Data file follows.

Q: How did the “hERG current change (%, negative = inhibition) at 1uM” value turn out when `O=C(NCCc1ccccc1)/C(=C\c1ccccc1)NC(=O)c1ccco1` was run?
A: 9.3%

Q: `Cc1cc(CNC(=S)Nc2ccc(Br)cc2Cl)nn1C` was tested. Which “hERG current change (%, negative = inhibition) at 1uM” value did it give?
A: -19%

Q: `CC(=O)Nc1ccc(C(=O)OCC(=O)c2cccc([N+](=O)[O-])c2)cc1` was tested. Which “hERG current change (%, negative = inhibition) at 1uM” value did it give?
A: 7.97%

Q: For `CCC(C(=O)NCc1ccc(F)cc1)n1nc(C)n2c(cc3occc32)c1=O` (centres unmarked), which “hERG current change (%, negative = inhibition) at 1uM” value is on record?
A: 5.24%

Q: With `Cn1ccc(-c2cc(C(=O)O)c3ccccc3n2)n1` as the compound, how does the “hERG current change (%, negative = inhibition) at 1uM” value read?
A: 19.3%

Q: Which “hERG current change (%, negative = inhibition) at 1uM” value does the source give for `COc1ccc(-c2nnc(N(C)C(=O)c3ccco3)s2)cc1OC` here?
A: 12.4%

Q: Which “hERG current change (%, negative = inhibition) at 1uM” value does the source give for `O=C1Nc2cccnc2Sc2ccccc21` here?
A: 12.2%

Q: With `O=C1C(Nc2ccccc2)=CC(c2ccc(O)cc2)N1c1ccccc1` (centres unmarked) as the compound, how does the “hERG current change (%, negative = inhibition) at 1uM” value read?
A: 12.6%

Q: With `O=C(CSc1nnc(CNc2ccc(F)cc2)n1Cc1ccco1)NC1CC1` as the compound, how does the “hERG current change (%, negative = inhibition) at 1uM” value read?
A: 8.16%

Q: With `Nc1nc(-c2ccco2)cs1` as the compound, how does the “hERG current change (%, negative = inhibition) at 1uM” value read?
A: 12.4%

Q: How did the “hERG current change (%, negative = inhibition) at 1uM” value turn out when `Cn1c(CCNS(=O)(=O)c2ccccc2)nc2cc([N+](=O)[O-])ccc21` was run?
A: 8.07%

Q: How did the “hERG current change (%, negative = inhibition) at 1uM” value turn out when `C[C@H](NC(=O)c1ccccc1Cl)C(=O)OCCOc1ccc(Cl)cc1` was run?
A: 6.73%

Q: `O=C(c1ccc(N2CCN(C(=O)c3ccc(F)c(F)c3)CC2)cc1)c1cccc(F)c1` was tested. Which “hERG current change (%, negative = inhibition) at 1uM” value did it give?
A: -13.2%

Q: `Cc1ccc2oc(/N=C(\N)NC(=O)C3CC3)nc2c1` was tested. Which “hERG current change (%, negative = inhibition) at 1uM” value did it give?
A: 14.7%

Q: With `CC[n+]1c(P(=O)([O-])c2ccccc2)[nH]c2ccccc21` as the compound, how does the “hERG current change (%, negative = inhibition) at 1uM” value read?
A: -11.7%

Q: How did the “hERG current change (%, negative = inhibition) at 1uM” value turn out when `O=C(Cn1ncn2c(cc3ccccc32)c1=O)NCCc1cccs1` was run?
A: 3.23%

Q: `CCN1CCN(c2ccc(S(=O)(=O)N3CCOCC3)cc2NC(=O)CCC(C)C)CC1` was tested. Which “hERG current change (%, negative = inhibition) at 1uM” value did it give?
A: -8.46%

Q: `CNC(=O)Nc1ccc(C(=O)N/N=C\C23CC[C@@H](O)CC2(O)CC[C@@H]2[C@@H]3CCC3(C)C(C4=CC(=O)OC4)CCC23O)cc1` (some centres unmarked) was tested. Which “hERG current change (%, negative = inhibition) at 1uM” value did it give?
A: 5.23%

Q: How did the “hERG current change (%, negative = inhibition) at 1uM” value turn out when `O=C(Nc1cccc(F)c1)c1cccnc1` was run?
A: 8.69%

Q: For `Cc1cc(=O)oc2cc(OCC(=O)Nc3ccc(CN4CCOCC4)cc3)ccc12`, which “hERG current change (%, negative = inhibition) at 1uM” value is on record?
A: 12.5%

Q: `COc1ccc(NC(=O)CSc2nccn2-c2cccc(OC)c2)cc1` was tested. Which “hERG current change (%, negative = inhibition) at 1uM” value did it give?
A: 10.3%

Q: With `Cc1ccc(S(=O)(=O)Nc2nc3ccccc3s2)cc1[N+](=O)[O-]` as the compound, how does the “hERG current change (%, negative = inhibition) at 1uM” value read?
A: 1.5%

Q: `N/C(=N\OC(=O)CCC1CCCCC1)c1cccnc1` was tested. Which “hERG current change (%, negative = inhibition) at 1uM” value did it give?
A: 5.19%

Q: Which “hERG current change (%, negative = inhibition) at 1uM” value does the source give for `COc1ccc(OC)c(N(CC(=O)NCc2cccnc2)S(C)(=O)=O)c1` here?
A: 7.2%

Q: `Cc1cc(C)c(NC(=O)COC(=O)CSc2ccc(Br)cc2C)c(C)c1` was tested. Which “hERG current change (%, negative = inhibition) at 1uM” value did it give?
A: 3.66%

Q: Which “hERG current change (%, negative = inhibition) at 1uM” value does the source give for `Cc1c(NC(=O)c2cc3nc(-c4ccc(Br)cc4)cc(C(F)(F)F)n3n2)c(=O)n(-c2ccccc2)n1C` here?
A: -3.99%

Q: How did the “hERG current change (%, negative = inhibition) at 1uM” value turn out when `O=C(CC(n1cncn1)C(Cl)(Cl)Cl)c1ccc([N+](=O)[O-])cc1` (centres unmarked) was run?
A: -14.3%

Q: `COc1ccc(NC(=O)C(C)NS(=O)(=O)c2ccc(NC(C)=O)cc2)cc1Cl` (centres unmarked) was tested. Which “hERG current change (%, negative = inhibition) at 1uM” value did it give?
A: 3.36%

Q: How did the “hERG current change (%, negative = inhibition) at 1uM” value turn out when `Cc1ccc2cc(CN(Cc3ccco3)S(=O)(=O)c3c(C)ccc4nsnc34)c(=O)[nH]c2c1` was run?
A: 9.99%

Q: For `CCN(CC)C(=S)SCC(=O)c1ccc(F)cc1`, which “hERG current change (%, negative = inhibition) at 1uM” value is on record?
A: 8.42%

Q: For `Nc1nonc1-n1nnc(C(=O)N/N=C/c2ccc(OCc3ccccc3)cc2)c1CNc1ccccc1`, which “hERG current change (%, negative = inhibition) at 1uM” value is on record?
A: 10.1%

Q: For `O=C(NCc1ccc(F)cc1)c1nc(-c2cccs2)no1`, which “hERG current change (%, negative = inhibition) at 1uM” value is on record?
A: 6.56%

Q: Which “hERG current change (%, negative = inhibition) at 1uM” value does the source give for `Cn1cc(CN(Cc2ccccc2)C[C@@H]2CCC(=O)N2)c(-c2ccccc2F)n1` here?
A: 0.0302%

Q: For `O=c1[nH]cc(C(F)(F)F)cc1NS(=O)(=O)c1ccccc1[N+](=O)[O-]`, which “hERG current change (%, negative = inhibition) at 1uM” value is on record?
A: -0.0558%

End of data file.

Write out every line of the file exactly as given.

Q: How did the “hERG current change (%, negative = inhibition) at 1uM” value turn out when `O=C(NCCc1ccccc1)/C(=C\c1ccccc1)NC(=O)c1ccco1` was run?
A: 9.3%

Q: `Cc1cc(CNC(=S)Nc2ccc(Br)cc2Cl)nn1C` was tested. Which “hERG current change (%, negative = inhibition) at 1uM” value did it give?
A: -19%

Q: `CC(=O)Nc1ccc(C(=O)OCC(=O)c2cccc([N+](=O)[O-])c2)cc1` was tested. Which “hERG current change (%, negative = inhibition) at 1uM” value did it give?
A: 7.97%

Q: For `CCC(C(=O)NCc1ccc(F)cc1)n1nc(C)n2c(cc3occc32)c1=O` (centres unmarked), which “hERG current change (%, negative = inhibition) at 1uM” value is on record?
A: 5.24%

Q: With `Cn1ccc(-c2cc(C(=O)O)c3ccccc3n2)n1` as the compound, how does the “hERG current change (%, negative = inhibition) at 1uM” value read?
A: 19.3%

Q: Which “hERG current change (%, negative = inhibition) at 1uM” value does the source give for `COc1ccc(-c2nnc(N(C)C(=O)c3ccco3)s2)cc1OC` here?
A: 12.4%

Q: Which “hERG current change (%, negative = inhibition) at 1uM” value does the source give for `O=C1Nc2cccnc2Sc2ccccc21` here?
A: 12.2%

Q: With `O=C1C(Nc2ccccc2)=CC(c2ccc(O)cc2)N1c1ccccc1` (centres unmarked) as the compound, how does the “hERG current change (%, negative = inhibition) at 1uM” value read?
A: 12.6%

Q: With `O=C(CSc1nnc(CNc2ccc(F)cc2)n1Cc1ccco1)NC1CC1` as the compound, how does the “hERG current change (%, negative = inhibition) at 1uM” value read?
A: 8.16%

Q: With `Nc1nc(-c2ccco2)cs1` as the compound, how does the “hERG current change (%, negative = inhibition) at 1uM” value read?
A: 12.4%

Q: How did the “hERG current change (%, negative = inhibition) at 1uM” value turn out when `Cn1c(CCNS(=O)(=O)c2ccccc2)nc2cc([N+](=O)[O-])ccc21` was run?
A: 8.07%

Q: How did the “hERG current change (%, negative = inhibition) at 1uM” value turn out when `C[C@H](NC(=O)c1ccccc1Cl)C(=O)OCCOc1ccc(Cl)cc1` was run?
A: 6.73%

Q: `O=C(c1ccc(N2CCN(C(=O)c3ccc(F)c(F)c3)CC2)cc1)c1cccc(F)c1` was tested. Which “hERG current change (%, negative = inhibition) at 1uM” value did it give?
A: -13.2%

Q: `Cc1ccc2oc(/N=C(\N)NC(=O)C3CC3)nc2c1` was tested. Which “hERG current change (%, negative = inhibition) at 1uM” value did it give?
A: 14.7%

Q: With `CC[n+]1c(P(=O)([O-])c2ccccc2)[nH]c2ccccc21` as the compound, how does the “hERG current change (%, negative = inhibition) at 1uM” value read?
A: -11.7%

Q: How did the “hERG current change (%, negative = inhibition) at 1uM” value turn out when `O=C(Cn1ncn2c(cc3ccccc32)c1=O)NCCc1cccs1` was run?
A: 3.23%

Q: `CCN1CCN(c2ccc(S(=O)(=O)N3CCOCC3)cc2NC(=O)CCC(C)C)CC1` was tested. Which “hERG current change (%, negative = inhibition) at 1uM” value did it give?
A: -8.46%

Q: `CNC(=O)Nc1ccc(C(=O)N/N=C\C23CC[C@@H](O)CC2(O)CC[C@@H]2[C@@H]3CCC3(C)C(C4=CC(=O)OC4)CCC23O)cc1` (some centres unmarked) was tested. Which “hERG current change (%, negative = inhibition) at 1uM” value did it give?
A: 5.23%

Q: How did the “hERG current change (%, negative = inhibition) at 1uM” value turn out when `O=C(Nc1cccc(F)c1)c1cccnc1` was run?
A: 8.69%

Q: For `Cc1cc(=O)oc2cc(OCC(=O)Nc3ccc(CN4CCOCC4)cc3)ccc12`, which “hERG current change (%, negative = inhibition) at 1uM” value is on record?
A: 12.5%

Q: `COc1ccc(NC(=O)CSc2nccn2-c2cccc(OC)c2)cc1` was tested. Which “hERG current change (%, negative = inhibition) at 1uM” value did it give?
A: 10.3%

Q: With `Cc1ccc(S(=O)(=O)Nc2nc3ccccc3s2)cc1[N+](=O)[O-]` as the compound, how does the “hERG current change (%, negative = inhibition) at 1uM” value read?
A: 1.5%

Q: `N/C(=N\OC(=O)CCC1CCCCC1)c1cccnc1` was tested. Which “hERG current change (%, negative = inhibition) at 1uM” value did it give?
A: 5.19%

Q: Which “hERG current change (%, negative = inhibition) at 1uM” value does the source give for `COc1ccc(OC)c(N(CC(=O)NCc2cccnc2)S(C)(=O)=O)c1` here?
A: 7.2%

Q: `Cc1cc(C)c(NC(=O)COC(=O)CSc2ccc(Br)cc2C)c(C)c1` was tested. Which “hERG current change (%, negative = inhibition) at 1uM” value did it give?
A: 3.66%

Q: Which “hERG current change (%, negative = inhibition) at 1uM” value does the source give for `Cc1c(NC(=O)c2cc3nc(-c4ccc(Br)cc4)cc(C(F)(F)F)n3n2)c(=O)n(-c2ccccc2)n1C` here?
A: -3.99%

Q: How did the “hERG current change (%, negative = inhibition) at 1uM” value turn out when `O=C(CC(n1cncn1)C(Cl)(Cl)Cl)c1ccc([N+](=O)[O-])cc1` (centres unmarked) was run?
A: -14.3%

Q: `COc1ccc(NC(=O)C(C)NS(=O)(=O)c2ccc(NC(C)=O)cc2)cc1Cl` (centres unmarked) was tested. Which “hERG current change (%, negative = inhibition) at 1uM” value did it give?
A: 3.36%

Q: How did the “hERG current change (%, negative = inhibition) at 1uM” value turn out when `Cc1ccc2cc(CN(Cc3ccco3)S(=O)(=O)c3c(C)ccc4nsnc34)c(=O)[nH]c2c1` was run?
A: 9.99%

Q: For `CCN(CC)C(=S)SCC(=O)c1ccc(F)cc1`, which “hERG current change (%, negative = inhibition) at 1uM” value is on record?
A: 8.42%

Q: For `Nc1nonc1-n1nnc(C(=O)N/N=C/c2ccc(OCc3ccccc3)cc2)c1CNc1ccccc1`, which “hERG current change (%, negative = inhibition) at 1uM” value is on record?
A: 10.1%

Q: For `O=C(NCc1ccc(F)cc1)c1nc(-c2cccs2)no1`, which “hERG current change (%, negative = inhibition) at 1uM” value is on record?
A: 6.56%

Q: Which “hERG current change (%, negative = inhibition) at 1uM” value does the source give for `Cn1cc(CN(Cc2ccccc2)C[C@@H]2CCC(=O)N2)c(-c2ccccc2F)n1` here?
A: 0.0302%

Q: For `O=c1[nH]cc(C(F)(F)F)cc1NS(=O)(=O)c1ccccc1[N+](=O)[O-]`, which “hERG current change (%, negative = inhibition) at 1uM” value is on record?
A: -0.0558%